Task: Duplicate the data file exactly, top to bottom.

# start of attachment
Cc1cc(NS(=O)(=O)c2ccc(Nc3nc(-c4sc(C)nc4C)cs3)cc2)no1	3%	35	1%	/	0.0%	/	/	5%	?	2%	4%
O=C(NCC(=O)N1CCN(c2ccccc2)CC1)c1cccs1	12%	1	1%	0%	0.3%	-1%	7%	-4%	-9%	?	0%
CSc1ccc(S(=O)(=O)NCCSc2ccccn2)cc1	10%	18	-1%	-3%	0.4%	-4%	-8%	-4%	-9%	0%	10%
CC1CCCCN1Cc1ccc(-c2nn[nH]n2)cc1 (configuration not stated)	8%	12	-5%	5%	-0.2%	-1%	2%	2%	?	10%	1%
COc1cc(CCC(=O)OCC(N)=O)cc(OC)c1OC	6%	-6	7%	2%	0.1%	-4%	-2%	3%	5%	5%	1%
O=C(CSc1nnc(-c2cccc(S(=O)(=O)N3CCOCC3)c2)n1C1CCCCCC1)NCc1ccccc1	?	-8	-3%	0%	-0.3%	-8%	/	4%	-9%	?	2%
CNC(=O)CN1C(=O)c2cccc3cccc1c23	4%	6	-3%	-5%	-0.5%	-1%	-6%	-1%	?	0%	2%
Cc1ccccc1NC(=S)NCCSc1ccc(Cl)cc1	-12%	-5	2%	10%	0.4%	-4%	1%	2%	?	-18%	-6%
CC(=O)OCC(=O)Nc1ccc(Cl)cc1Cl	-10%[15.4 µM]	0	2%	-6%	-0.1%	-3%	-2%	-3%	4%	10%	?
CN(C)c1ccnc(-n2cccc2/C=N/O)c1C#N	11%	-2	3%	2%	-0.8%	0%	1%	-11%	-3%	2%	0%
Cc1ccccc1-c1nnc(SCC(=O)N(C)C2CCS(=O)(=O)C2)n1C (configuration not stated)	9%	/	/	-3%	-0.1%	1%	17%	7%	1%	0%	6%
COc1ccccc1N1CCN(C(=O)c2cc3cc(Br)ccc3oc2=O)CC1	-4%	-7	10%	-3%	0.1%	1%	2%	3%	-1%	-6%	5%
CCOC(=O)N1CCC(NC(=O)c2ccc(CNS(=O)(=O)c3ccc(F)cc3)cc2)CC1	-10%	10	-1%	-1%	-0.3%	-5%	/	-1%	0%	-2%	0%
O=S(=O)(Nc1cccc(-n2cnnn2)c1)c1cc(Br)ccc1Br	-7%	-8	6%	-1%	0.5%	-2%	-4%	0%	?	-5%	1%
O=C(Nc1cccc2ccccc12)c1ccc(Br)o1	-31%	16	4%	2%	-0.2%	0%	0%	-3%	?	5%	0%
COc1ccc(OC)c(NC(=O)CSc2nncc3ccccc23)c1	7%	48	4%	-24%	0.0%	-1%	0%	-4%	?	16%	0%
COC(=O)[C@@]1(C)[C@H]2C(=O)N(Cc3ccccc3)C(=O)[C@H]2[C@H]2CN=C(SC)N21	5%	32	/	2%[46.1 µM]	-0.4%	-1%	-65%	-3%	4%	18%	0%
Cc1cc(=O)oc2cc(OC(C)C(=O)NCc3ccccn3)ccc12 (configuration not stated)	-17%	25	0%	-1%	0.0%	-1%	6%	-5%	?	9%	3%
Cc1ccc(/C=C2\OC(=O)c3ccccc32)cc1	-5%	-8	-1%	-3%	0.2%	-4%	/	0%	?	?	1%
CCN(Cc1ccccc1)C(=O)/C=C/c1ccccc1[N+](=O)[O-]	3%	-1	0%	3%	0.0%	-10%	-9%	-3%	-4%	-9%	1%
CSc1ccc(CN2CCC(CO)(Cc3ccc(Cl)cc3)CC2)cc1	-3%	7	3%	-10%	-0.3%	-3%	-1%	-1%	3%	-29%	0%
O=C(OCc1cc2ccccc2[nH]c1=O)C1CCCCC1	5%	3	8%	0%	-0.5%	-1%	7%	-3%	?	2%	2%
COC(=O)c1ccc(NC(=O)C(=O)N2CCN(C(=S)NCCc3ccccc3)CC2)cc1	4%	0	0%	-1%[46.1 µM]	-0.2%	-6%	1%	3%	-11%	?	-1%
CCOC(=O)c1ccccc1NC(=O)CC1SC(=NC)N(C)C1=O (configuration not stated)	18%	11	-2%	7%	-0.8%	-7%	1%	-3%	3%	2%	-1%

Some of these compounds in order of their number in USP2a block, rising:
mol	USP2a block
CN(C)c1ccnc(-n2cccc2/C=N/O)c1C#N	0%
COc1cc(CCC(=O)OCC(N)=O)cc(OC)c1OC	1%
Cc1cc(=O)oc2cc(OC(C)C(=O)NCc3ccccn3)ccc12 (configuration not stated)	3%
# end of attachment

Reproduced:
Cc1cc(NS(=O)(=O)c2ccc(Nc3nc(-c4sc(C)nc4C)cs3)cc2)no1	3%	35	1%	/	0.0%	/	/	5%	?	2%	4%
O=C(NCC(=O)N1CCN(c2ccccc2)CC1)c1cccs1	12%	1	1%	0%	0.3%	-1%	7%	-4%	-9%	?	0%
CSc1ccc(S(=O)(=O)NCCSc2ccccn2)cc1	10%	18	-1%	-3%	0.4%	-4%	-8%	-4%	-9%	0%	10%
CC1CCCCN1Cc1ccc(-c2nn[nH]n2)cc1 (configuration not stated)	8%	12	-5%	5%	-0.2%	-1%	2%	2%	?	10%	1%
COc1cc(CCC(=O)OCC(N)=O)cc(OC)c1OC	6%	-6	7%	2%	0.1%	-4%	-2%	3%	5%	5%	1%
O=C(CSc1nnc(-c2cccc(S(=O)(=O)N3CCOCC3)c2)n1C1CCCCCC1)NCc1ccccc1	?	-8	-3%	0%	-0.3%	-8%	/	4%	-9%	?	2%
CNC(=O)CN1C(=O)c2cccc3cccc1c23	4%	6	-3%	-5%	-0.5%	-1%	-6%	-1%	?	0%	2%
Cc1ccccc1NC(=S)NCCSc1ccc(Cl)cc1	-12%	-5	2%	10%	0.4%	-4%	1%	2%	?	-18%	-6%
CC(=O)OCC(=O)Nc1ccc(Cl)cc1Cl	-10%[15.4 µM]	0	2%	-6%	-0.1%	-3%	-2%	-3%	4%	10%	?
CN(C)c1ccnc(-n2cccc2/C=N/O)c1C#N	11%	-2	3%	2%	-0.8%	0%	1%	-11%	-3%	2%	0%
Cc1ccccc1-c1nnc(SCC(=O)N(C)C2CCS(=O)(=O)C2)n1C (configuration not stated)	9%	/	/	-3%	-0.1%	1%	17%	7%	1%	0%	6%
COc1ccccc1N1CCN(C(=O)c2cc3cc(Br)ccc3oc2=O)CC1	-4%	-7	10%	-3%	0.1%	1%	2%	3%	-1%	-6%	5%
CCOC(=O)N1CCC(NC(=O)c2ccc(CNS(=O)(=O)c3ccc(F)cc3)cc2)CC1	-10%	10	-1%	-1%	-0.3%	-5%	/	-1%	0%	-2%	0%
O=S(=O)(Nc1cccc(-n2cnnn2)c1)c1cc(Br)ccc1Br	-7%	-8	6%	-1%	0.5%	-2%	-4%	0%	?	-5%	1%
O=C(Nc1cccc2ccccc12)c1ccc(Br)o1	-31%	16	4%	2%	-0.2%	0%	0%	-3%	?	5%	0%
COc1ccc(OC)c(NC(=O)CSc2nncc3ccccc23)c1	7%	48	4%	-24%	0.0%	-1%	0%	-4%	?	16%	0%
COC(=O)[C@@]1(C)[C@H]2C(=O)N(Cc3ccccc3)C(=O)[C@H]2[C@H]2CN=C(SC)N21	5%	32	/	2%[46.1 µM]	-0.4%	-1%	-65%	-3%	4%	18%	0%
Cc1cc(=O)oc2cc(OC(C)C(=O)NCc3ccccn3)ccc12 (configuration not stated)	-17%	25	0%	-1%	0.0%	-1%	6%	-5%	?	9%	3%
Cc1ccc(/C=C2\OC(=O)c3ccccc32)cc1	-5%	-8	-1%	-3%	0.2%	-4%	/	0%	?	?	1%
CCN(Cc1ccccc1)C(=O)/C=C/c1ccccc1[N+](=O)[O-]	3%	-1	0%	3%	0.0%	-10%	-9%	-3%	-4%	-9%	1%
CSc1ccc(CN2CCC(CO)(Cc3ccc(Cl)cc3)CC2)cc1	-3%	7	3%	-10%	-0.3%	-3%	-1%	-1%	3%	-29%	0%
O=C(OCc1cc2ccccc2[nH]c1=O)C1CCCCC1	5%	3	8%	0%	-0.5%	-1%	7%	-3%	?	2%	2%
COC(=O)c1ccc(NC(=O)C(=O)N2CCN(C(=S)NCCc3ccccc3)CC2)cc1	4%	0	0%	-1%[46.1 µM]	-0.2%	-6%	1%	3%	-11%	?	-1%
CCOC(=O)c1ccccc1NC(=O)CC1SC(=NC)N(C)C1=O (configuration not stated)	18%	11	-2%	7%	-0.8%	-7%	1%	-3%	3%	2%	-1%

Some of these compounds in order of their number in USP2a block, rising:
mol	USP2a block
CN(C)c1ccnc(-n2cccc2/C=N/O)c1C#N	0%
COc1cc(CCC(=O)OCC(N)=O)cc(OC)c1OC	1%
Cc1cc(=O)oc2cc(OC(C)C(=O)NCc3ccccn3)ccc12 (configuration not stated)	3%